By Mara Fabella
For many, the new year signals one of the most important unions of the celestial and the earthly. A renewed cycle of the Earth coincides with renewed spiritual energy for people ready to start the year. The idea of this cosmic intersection between heavenly and earthly is one that dates back centuries in Southeast Asian art. Numbers, shapes, and symbols brought together in geometric form held deep meaning. Our own modern distinctions between craft and sacred symbolism may not have been so bounded in ancient communities. Evidence of this is strongly manifested in Philippine textile traditions. In earlier Philippine societies, this was manifested heavily in textiles by weavers who represented these beliefs was through a sacred geometry.
Geometry isn’t a subject one would immediately associate with the spiritual. The Filipino weavers of centuries ago didn’t practice the geometry taught in schools today as we know it, but they still abided by its universal principles found in nature. The fundamental unit of a woven fabric is a basic geometric shape – the square. These woven square grids are formed on a loom when vertical fibers, called the warp, meet horizontal fibers called the weft. Thus the square forms the foundation of all woven textiles from any weaving community, just as it does multiple geometric shapes. This repeating architecture of the square creates the canvas upon which an incredible array of patterns can begin to emerge.
Yakan Seputangan headscarf by Evelynda Otong and Tuwas Yakan Weavers, 2019.
But beyond squares and right angles, this joining of warp and weft also represents the deeper union of heavens and earth. Many Southeast Asian cultures view man as the link or the intermediary between these two realms. In the geometric shapes formed by the warp and the weft, man can be seen as the weft fiber, bisecting the warp into an upper and lower plane – Heaven and Earth, respectively.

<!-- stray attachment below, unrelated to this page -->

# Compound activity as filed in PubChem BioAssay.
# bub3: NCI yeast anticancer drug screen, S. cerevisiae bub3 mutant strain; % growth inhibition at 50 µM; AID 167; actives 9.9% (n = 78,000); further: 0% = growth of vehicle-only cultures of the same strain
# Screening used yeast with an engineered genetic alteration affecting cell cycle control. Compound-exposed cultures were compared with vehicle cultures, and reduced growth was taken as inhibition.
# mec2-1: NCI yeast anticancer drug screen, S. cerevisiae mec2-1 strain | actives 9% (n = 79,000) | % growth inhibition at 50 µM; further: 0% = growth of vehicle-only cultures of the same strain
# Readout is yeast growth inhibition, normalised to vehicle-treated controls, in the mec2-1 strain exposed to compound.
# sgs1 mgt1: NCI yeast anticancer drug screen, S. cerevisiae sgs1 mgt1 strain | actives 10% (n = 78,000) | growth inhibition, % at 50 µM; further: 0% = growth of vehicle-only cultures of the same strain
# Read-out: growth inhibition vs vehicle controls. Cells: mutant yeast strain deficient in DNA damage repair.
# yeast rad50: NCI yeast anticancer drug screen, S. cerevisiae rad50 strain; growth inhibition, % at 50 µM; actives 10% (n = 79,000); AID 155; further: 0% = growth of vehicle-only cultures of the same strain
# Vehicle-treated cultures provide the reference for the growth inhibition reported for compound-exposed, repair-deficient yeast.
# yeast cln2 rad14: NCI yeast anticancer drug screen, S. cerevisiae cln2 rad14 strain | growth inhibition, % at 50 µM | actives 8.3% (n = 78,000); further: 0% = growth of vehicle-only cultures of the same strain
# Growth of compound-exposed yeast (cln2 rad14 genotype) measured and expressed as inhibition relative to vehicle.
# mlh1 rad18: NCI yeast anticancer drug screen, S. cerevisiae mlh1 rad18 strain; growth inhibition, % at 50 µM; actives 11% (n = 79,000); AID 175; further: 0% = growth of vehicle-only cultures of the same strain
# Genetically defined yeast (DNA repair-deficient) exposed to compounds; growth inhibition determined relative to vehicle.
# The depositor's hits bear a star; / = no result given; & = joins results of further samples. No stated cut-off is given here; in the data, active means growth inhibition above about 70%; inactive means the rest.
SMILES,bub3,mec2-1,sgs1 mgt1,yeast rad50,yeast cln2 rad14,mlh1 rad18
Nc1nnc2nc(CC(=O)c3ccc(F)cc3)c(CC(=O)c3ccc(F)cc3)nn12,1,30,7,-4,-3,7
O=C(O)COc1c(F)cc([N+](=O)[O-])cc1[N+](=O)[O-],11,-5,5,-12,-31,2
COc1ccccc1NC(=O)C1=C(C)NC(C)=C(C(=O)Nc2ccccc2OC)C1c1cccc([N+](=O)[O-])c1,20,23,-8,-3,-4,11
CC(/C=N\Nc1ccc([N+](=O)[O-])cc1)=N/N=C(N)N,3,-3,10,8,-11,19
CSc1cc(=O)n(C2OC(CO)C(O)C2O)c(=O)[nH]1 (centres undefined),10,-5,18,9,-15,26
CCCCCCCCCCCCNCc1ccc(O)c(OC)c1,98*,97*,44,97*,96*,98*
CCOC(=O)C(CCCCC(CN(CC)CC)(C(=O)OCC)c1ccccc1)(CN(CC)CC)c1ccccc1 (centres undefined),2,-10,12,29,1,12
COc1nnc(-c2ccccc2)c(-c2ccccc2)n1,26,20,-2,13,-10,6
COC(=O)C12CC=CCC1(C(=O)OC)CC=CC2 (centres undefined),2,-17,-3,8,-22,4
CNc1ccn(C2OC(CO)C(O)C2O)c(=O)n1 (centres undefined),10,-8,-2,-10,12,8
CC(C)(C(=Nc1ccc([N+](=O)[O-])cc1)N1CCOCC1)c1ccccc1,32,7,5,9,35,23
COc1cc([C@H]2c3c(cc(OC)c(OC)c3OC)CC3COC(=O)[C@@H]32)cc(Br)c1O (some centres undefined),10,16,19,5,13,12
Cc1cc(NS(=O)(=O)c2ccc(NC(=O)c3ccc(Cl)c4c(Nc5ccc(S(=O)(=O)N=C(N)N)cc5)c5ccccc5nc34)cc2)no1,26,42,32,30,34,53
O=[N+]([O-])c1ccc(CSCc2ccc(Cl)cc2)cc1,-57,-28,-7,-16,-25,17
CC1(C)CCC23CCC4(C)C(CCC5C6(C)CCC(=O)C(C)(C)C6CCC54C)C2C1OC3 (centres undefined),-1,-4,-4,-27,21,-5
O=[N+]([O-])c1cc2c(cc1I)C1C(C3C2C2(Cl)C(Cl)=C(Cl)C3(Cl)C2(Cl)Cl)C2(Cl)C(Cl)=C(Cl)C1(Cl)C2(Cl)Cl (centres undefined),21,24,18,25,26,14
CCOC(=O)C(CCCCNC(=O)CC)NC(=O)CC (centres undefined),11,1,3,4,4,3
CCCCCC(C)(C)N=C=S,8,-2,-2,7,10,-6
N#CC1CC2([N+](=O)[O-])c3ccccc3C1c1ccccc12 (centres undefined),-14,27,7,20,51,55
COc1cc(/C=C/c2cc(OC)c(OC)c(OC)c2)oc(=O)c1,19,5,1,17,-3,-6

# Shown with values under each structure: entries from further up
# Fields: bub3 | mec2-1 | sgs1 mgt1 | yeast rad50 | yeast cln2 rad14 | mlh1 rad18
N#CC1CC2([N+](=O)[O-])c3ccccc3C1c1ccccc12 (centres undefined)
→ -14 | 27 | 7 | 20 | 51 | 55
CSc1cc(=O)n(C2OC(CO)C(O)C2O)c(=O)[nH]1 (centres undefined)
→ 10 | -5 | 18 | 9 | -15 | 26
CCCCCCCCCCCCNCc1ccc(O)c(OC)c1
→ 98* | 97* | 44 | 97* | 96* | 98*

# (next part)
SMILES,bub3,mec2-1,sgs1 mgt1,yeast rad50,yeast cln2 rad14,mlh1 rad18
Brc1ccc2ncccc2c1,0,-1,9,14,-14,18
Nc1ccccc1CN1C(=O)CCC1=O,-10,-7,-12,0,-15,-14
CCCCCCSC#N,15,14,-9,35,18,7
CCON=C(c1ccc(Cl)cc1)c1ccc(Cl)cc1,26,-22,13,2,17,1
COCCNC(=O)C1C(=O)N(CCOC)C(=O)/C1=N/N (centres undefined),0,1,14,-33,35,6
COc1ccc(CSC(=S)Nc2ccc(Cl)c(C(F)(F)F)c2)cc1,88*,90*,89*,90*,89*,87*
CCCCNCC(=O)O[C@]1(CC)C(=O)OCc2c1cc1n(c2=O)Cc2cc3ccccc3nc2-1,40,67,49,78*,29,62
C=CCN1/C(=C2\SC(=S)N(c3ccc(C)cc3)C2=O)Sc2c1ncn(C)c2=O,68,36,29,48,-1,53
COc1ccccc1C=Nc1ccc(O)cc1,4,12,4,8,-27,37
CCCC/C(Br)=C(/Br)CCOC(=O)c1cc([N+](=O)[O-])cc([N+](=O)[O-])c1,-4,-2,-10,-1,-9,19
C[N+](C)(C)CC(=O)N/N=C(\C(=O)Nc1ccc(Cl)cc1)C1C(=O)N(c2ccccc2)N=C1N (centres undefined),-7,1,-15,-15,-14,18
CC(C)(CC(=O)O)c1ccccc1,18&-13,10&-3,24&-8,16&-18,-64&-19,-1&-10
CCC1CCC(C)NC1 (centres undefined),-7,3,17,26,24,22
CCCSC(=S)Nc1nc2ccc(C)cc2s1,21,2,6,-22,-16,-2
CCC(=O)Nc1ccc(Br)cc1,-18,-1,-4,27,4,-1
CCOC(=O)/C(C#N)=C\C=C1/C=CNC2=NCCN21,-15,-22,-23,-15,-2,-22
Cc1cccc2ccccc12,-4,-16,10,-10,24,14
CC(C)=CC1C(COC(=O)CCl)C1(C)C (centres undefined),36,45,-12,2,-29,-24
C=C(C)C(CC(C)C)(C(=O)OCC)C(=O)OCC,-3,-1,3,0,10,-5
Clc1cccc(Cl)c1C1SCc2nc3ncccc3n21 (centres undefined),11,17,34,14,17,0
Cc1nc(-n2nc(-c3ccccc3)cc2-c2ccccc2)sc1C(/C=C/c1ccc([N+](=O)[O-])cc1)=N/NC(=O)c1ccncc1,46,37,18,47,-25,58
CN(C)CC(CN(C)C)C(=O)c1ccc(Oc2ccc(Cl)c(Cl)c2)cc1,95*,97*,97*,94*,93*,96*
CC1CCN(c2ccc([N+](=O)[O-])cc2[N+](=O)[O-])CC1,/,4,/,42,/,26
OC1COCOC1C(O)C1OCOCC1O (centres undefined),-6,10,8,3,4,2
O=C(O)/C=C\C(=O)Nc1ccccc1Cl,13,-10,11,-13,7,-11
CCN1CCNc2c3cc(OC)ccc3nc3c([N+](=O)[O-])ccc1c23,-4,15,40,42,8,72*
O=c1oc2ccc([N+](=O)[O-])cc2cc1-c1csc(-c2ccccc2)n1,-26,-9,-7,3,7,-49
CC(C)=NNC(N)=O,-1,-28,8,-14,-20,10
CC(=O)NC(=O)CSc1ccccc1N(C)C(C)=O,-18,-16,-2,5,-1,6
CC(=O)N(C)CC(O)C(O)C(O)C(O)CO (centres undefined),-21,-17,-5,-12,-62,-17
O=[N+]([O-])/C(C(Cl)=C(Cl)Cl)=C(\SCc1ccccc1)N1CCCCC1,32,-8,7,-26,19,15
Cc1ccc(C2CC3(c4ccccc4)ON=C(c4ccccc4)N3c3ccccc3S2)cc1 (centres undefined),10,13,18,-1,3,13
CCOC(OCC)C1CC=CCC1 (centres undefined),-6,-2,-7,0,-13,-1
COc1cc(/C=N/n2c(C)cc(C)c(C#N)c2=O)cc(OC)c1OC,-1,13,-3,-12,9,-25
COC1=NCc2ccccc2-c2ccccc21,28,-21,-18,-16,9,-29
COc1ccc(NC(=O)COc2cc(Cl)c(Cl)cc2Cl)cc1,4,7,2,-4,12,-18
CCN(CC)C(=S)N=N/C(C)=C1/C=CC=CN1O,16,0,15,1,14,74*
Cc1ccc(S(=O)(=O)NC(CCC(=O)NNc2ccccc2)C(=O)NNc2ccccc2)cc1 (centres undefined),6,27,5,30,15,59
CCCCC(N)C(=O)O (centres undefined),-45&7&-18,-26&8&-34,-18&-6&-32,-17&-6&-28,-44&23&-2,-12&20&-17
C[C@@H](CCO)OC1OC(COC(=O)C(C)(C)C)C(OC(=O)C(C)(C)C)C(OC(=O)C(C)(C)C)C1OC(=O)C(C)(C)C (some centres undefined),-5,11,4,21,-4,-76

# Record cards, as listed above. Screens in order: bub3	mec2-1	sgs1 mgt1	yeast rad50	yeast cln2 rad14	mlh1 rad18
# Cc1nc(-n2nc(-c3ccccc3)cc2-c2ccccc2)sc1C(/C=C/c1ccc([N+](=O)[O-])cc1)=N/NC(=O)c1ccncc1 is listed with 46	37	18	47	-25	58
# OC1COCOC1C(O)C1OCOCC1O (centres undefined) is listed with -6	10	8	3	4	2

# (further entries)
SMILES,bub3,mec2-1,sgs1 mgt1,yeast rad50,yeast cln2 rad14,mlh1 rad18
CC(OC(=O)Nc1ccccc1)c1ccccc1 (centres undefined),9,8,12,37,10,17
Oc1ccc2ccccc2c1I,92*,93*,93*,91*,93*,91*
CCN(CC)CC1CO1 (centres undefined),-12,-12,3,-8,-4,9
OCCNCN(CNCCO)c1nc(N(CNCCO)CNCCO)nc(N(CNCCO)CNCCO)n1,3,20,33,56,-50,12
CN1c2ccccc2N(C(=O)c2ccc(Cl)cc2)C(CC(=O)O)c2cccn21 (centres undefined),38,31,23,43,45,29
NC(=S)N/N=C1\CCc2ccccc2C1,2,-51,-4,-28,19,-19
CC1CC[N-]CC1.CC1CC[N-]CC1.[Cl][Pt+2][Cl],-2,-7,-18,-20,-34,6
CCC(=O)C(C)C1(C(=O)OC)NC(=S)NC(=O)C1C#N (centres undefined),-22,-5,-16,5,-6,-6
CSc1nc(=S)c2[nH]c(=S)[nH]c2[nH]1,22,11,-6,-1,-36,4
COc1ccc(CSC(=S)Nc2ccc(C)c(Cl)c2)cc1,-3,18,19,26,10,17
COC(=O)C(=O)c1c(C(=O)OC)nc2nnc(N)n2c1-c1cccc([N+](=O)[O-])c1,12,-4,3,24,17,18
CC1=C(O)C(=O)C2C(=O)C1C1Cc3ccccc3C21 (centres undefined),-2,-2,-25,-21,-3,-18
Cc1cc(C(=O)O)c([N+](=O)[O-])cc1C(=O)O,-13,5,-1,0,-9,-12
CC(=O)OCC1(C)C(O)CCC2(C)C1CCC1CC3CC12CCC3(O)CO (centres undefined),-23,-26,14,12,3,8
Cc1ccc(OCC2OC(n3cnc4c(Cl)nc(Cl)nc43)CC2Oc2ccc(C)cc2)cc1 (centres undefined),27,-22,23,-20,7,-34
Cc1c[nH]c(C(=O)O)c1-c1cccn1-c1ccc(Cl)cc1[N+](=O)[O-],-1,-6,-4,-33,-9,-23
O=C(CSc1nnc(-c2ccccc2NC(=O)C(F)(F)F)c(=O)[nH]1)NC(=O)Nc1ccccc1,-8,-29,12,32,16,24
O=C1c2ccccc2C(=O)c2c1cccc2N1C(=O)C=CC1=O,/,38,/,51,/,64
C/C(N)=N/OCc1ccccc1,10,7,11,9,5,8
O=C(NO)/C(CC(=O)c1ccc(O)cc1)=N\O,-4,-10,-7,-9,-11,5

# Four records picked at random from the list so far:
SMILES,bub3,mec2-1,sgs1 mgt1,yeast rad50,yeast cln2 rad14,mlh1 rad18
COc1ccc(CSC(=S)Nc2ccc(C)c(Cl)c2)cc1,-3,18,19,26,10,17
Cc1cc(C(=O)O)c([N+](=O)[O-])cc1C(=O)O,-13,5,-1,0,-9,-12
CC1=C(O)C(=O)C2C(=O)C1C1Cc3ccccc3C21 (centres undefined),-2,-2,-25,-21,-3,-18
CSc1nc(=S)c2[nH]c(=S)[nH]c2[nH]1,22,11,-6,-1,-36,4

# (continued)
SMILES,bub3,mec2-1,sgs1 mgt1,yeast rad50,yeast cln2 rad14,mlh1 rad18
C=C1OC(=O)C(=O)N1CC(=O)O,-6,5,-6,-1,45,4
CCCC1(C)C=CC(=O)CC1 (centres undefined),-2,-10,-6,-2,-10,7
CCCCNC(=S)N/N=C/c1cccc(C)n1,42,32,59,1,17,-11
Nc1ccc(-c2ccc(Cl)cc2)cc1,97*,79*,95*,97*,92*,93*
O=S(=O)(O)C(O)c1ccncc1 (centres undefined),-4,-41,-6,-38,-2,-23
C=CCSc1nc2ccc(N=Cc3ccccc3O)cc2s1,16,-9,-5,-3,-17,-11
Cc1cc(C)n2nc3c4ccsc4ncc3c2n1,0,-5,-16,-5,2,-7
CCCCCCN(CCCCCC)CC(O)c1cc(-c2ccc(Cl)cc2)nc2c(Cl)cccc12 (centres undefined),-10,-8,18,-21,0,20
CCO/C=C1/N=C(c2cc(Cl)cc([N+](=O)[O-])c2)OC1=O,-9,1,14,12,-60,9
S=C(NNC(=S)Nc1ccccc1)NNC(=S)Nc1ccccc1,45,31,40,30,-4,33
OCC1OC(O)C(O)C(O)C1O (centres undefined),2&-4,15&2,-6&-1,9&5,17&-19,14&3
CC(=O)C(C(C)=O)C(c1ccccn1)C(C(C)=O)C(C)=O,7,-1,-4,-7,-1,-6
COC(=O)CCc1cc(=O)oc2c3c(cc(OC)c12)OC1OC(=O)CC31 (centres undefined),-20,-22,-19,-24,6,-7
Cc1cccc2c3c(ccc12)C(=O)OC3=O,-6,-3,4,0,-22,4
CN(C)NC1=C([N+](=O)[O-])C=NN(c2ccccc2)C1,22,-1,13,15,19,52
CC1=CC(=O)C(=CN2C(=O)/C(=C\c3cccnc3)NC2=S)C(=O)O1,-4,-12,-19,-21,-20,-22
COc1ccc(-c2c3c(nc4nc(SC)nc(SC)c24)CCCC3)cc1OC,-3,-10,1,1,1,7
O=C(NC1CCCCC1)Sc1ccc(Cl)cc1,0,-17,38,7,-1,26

Ilocano symbols of people, kutstara, and rivers woven on an blanket by Manang Agosto
The circle is one of the most common basic shapes found in weaving patterns. It is believed to signify unity, order, and the universe itself. Circles can also represent celestial bodies or forces of nature. The Bagobo tangkulo, or headscarf, features a circular pattern called bulan-bulan, which symbolizes the moon. The inabel of Ilocos and Abra features the kusikus, a simple square grid designed to resemble swirling, circular whirlpool vortices.
Kusikus Pattern on Inabel
When overlapped with other circles, the circle can form the basis of infinitely intricate patterns. Three circles merge to form a triangle. Triangular and diamond shapes are common in the t'nalak of the Tboli. Six circles overlap to form a hexagonal structure known in certain philosophies as the six-fold pattern of creation. Some belief systems regard six as the perfect number and the number of Heaven itself. The radial patterns formed by overlapping circles and squares or diamonds shape the geometric blueprints of many textile and craft patterns.
Silambituwon star figures composed of six radiating triangles and diamond center. Woven in Mabilong, Kalinga.
Certain woven designs rely on linear geometrical patterns, like the textiles of the Kalinga that bear accurately measured horizontal woven bands as well as zigzagging patterns. Meanwhile, the more decorative garments of Mindanao employ more curvilinear geometry in patterns known as okir. The Tausug of the Sulu archipelago use a vegetal motif called the lukis kayapo, or lotus flower, on their delicate sashes. The lukis kayapo seems purely decorative, but upon closer inspection, adheres to a very intricate symmetrical grid. The malong of the Maranao employs both linear and biomorphic geometry in its many forms, showing just how varied a role geometry plays in the weaving of all manner of different textiles.
Tausug Pis circa late 19th to early 20th century, Metropolitan Museum of Art.
The geometry of Philippine textiles is remarkably precise and complex. Geometry is part of the rich weaving process that encompasses what was indicative for these communities of a much deeper spiritual experience. The many garments, textiles, and crafts available here at NARRA are a testament to how indigenous Filipino weavers were not just skilled artisans, but keen mathematicians as well. Like each single point in geometry forms bigger lines and shapes, each woven unit of fabric ultimately forms a part of the larger historical and spiritual tapestry of Southeast Asia.
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